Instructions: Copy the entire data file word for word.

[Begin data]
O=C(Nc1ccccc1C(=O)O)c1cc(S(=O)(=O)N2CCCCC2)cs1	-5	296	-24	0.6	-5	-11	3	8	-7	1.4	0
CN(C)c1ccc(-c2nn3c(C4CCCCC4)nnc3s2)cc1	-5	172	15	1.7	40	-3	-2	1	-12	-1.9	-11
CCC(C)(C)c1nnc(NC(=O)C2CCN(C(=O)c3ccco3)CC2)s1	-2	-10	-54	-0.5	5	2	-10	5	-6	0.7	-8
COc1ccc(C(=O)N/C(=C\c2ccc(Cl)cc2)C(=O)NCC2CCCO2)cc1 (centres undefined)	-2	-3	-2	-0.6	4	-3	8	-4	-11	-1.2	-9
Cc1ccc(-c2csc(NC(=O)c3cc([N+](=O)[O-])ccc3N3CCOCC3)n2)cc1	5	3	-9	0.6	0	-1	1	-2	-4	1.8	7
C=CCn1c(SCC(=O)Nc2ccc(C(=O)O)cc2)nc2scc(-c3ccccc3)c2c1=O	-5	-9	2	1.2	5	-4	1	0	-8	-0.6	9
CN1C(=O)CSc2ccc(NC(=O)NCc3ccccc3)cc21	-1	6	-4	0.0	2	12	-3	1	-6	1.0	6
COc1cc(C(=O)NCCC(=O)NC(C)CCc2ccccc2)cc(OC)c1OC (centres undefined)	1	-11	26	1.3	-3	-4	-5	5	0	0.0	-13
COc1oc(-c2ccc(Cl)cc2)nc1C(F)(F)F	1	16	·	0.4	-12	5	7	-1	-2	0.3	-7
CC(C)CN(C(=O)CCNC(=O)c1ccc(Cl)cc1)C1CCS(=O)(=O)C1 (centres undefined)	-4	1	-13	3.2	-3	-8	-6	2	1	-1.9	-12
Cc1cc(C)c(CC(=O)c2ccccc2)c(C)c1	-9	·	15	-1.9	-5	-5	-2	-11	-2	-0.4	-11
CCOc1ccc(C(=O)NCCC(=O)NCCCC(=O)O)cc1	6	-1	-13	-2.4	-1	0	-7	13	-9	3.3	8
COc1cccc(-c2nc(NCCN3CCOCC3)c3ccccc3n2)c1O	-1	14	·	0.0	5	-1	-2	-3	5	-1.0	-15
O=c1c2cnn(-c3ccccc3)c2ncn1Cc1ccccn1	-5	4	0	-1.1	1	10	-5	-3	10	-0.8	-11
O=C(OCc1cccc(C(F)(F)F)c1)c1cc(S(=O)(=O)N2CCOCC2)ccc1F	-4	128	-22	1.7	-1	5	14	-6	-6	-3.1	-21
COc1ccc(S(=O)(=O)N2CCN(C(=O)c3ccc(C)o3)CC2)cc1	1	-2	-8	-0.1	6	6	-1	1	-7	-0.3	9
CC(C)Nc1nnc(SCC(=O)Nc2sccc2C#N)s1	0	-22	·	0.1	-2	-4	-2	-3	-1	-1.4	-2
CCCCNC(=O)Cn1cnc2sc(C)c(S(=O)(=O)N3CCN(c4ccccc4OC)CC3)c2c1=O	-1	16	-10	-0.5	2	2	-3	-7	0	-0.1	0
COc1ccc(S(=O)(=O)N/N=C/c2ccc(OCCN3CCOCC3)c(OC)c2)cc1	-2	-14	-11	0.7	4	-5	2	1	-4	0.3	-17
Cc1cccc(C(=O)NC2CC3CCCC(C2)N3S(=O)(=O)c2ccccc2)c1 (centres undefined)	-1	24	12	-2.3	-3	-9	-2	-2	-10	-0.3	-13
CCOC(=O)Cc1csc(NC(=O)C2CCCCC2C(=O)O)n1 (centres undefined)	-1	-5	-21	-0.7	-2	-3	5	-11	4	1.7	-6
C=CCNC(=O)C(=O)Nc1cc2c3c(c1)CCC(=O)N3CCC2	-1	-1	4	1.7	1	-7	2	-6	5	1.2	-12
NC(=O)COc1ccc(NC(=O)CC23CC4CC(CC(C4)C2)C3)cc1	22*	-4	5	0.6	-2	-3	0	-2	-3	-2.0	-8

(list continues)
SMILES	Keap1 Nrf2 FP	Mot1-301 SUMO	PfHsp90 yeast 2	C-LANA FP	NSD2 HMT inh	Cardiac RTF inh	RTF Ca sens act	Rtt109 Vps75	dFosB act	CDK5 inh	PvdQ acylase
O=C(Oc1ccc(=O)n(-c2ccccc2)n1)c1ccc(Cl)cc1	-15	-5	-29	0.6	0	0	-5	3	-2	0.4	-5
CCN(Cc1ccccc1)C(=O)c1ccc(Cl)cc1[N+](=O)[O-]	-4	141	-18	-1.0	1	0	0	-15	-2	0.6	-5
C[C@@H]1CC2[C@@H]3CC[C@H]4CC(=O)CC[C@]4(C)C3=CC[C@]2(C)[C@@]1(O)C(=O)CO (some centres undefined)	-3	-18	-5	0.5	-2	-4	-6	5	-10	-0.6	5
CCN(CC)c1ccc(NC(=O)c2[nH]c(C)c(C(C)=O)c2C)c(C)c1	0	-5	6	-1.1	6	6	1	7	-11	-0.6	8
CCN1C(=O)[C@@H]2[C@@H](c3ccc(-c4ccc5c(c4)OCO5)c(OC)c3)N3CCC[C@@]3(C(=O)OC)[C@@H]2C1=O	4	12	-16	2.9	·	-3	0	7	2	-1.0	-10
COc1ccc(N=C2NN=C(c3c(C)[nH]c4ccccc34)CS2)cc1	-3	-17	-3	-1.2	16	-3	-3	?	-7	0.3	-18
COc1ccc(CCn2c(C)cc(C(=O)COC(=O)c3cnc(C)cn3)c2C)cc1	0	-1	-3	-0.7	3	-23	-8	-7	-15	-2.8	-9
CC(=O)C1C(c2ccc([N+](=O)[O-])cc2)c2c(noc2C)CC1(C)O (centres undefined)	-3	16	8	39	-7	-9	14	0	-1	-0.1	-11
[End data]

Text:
O=C(Nc1ccccc1C(=O)O)c1cc(S(=O)(=O)N2CCCCC2)cs1	-5	296	-24	0.6	-5	-11	3	8	-7	1.4	0
CN(C)c1ccc(-c2nn3c(C4CCCCC4)nnc3s2)cc1	-5	172	15	1.7	40	-3	-2	1	-12	-1.9	-11
CCC(C)(C)c1nnc(NC(=O)C2CCN(C(=O)c3ccco3)CC2)s1	-2	-10	-54	-0.5	5	2	-10	5	-6	0.7	-8
COc1ccc(C(=O)N/C(=C\c2ccc(Cl)cc2)C(=O)NCC2CCCO2)cc1 (centres undefined)	-2	-3	-2	-0.6	4	-3	8	-4	-11	-1.2	-9
Cc1ccc(-c2csc(NC(=O)c3cc([N+](=O)[O-])ccc3N3CCOCC3)n2)cc1	5	3	-9	0.6	0	-1	1	-2	-4	1.8	7
C=CCn1c(SCC(=O)Nc2ccc(C(=O)O)cc2)nc2scc(-c3ccccc3)c2c1=O	-5	-9	2	1.2	5	-4	1	0	-8	-0.6	9
CN1C(=O)CSc2ccc(NC(=O)NCc3ccccc3)cc21	-1	6	-4	0.0	2	12	-3	1	-6	1.0	6
COc1cc(C(=O)NCCC(=O)NC(C)CCc2ccccc2)cc(OC)c1OC (centres undefined)	1	-11	26	1.3	-3	-4	-5	5	0	0.0	-13
COc1oc(-c2ccc(Cl)cc2)nc1C(F)(F)F	1	16	·	0.4	-12	5	7	-1	-2	0.3	-7
CC(C)CN(C(=O)CCNC(=O)c1ccc(Cl)cc1)C1CCS(=O)(=O)C1 (centres undefined)	-4	1	-13	3.2	-3	-8	-6	2	1	-1.9	-12
Cc1cc(C)c(CC(=O)c2ccccc2)c(C)c1	-9	·	15	-1.9	-5	-5	-2	-11	-2	-0.4	-11
CCOc1ccc(C(=O)NCCC(=O)NCCCC(=O)O)cc1	6	-1	-13	-2.4	-1	0	-7	13	-9	3.3	8
COc1cccc(-c2nc(NCCN3CCOCC3)c3ccccc3n2)c1O	-1	14	·	0.0	5	-1	-2	-3	5	-1.0	-15
O=c1c2cnn(-c3ccccc3)c2ncn1Cc1ccccn1	-5	4	0	-1.1	1	10	-5	-3	10	-0.8	-11
O=C(OCc1cccc(C(F)(F)F)c1)c1cc(S(=O)(=O)N2CCOCC2)ccc1F	-4	128	-22	1.7	-1	5	14	-6	-6	-3.1	-21
COc1ccc(S(=O)(=O)N2CCN(C(=O)c3ccc(C)o3)CC2)cc1	1	-2	-8	-0.1	6	6	-1	1	-7	-0.3	9
CC(C)Nc1nnc(SCC(=O)Nc2sccc2C#N)s1	0	-22	·	0.1	-2	-4	-2	-3	-1	-1.4	-2
CCCCNC(=O)Cn1cnc2sc(C)c(S(=O)(=O)N3CCN(c4ccccc4OC)CC3)c2c1=O	-1	16	-10	-0.5	2	2	-3	-7	0	-0.1	0
COc1ccc(S(=O)(=O)N/N=C/c2ccc(OCCN3CCOCC3)c(OC)c2)cc1	-2	-14	-11	0.7	4	-5	2	1	-4	0.3	-17
Cc1cccc(C(=O)NC2CC3CCCC(C2)N3S(=O)(=O)c2ccccc2)c1 (centres undefined)	-1	24	12	-2.3	-3	-9	-2	-2	-10	-0.3	-13
CCOC(=O)Cc1csc(NC(=O)C2CCCCC2C(=O)O)n1 (centres undefined)	-1	-5	-21	-0.7	-2	-3	5	-11	4	1.7	-6
C=CCNC(=O)C(=O)Nc1cc2c3c(c1)CCC(=O)N3CCC2	-1	-1	4	1.7	1	-7	2	-6	5	1.2	-12
NC(=O)COc1ccc(NC(=O)CC23CC4CC(CC(C4)C2)C3)cc1	22*	-4	5	0.6	-2	-3	0	-2	-3	-2.0	-8

(list continues)
SMILES	Keap1 Nrf2 FP	Mot1-301 SUMO	PfHsp90 yeast 2	C-LANA FP	NSD2 HMT inh	Cardiac RTF inh	RTF Ca sens act	Rtt109 Vps75	dFosB act	CDK5 inh	PvdQ acylase
O=C(Oc1ccc(=O)n(-c2ccccc2)n1)c1ccc(Cl)cc1	-15	-5	-29	0.6	0	0	-5	3	-2	0.4	-5
CCN(Cc1ccccc1)C(=O)c1ccc(Cl)cc1[N+](=O)[O-]	-4	141	-18	-1.0	1	0	0	-15	-2	0.6	-5
C[C@@H]1CC2[C@@H]3CC[C@H]4CC(=O)CC[C@]4(C)C3=CC[C@]2(C)[C@@]1(O)C(=O)CO (some centres undefined)	-3	-18	-5	0.5	-2	-4	-6	5	-10	-0.6	5
CCN(CC)c1ccc(NC(=O)c2[nH]c(C)c(C(C)=O)c2C)c(C)c1	0	-5	6	-1.1	6	6	1	7	-11	-0.6	8
CCN1C(=O)[C@@H]2[C@@H](c3ccc(-c4ccc5c(c4)OCO5)c(OC)c3)N3CCC[C@@]3(C(=O)OC)[C@@H]2C1=O	4	12	-16	2.9	·	-3	0	7	2	-1.0	-10
COc1ccc(N=C2NN=C(c3c(C)[nH]c4ccccc34)CS2)cc1	-3	-17	-3	-1.2	16	-3	-3	?	-7	0.3	-18
COc1ccc(CCn2c(C)cc(C(=O)COC(=O)c3cnc(C)cn3)c2C)cc1	0	-1	-3	-0.7	3	-23	-8	-7	-15	-2.8	-9
CC(=O)C1C(c2ccc([N+](=O)[O-])cc2)c2c(noc2C)CC1(C)O (centres undefined)	-3	16	8	39	-7	-9	14	0	-1	-0.1	-11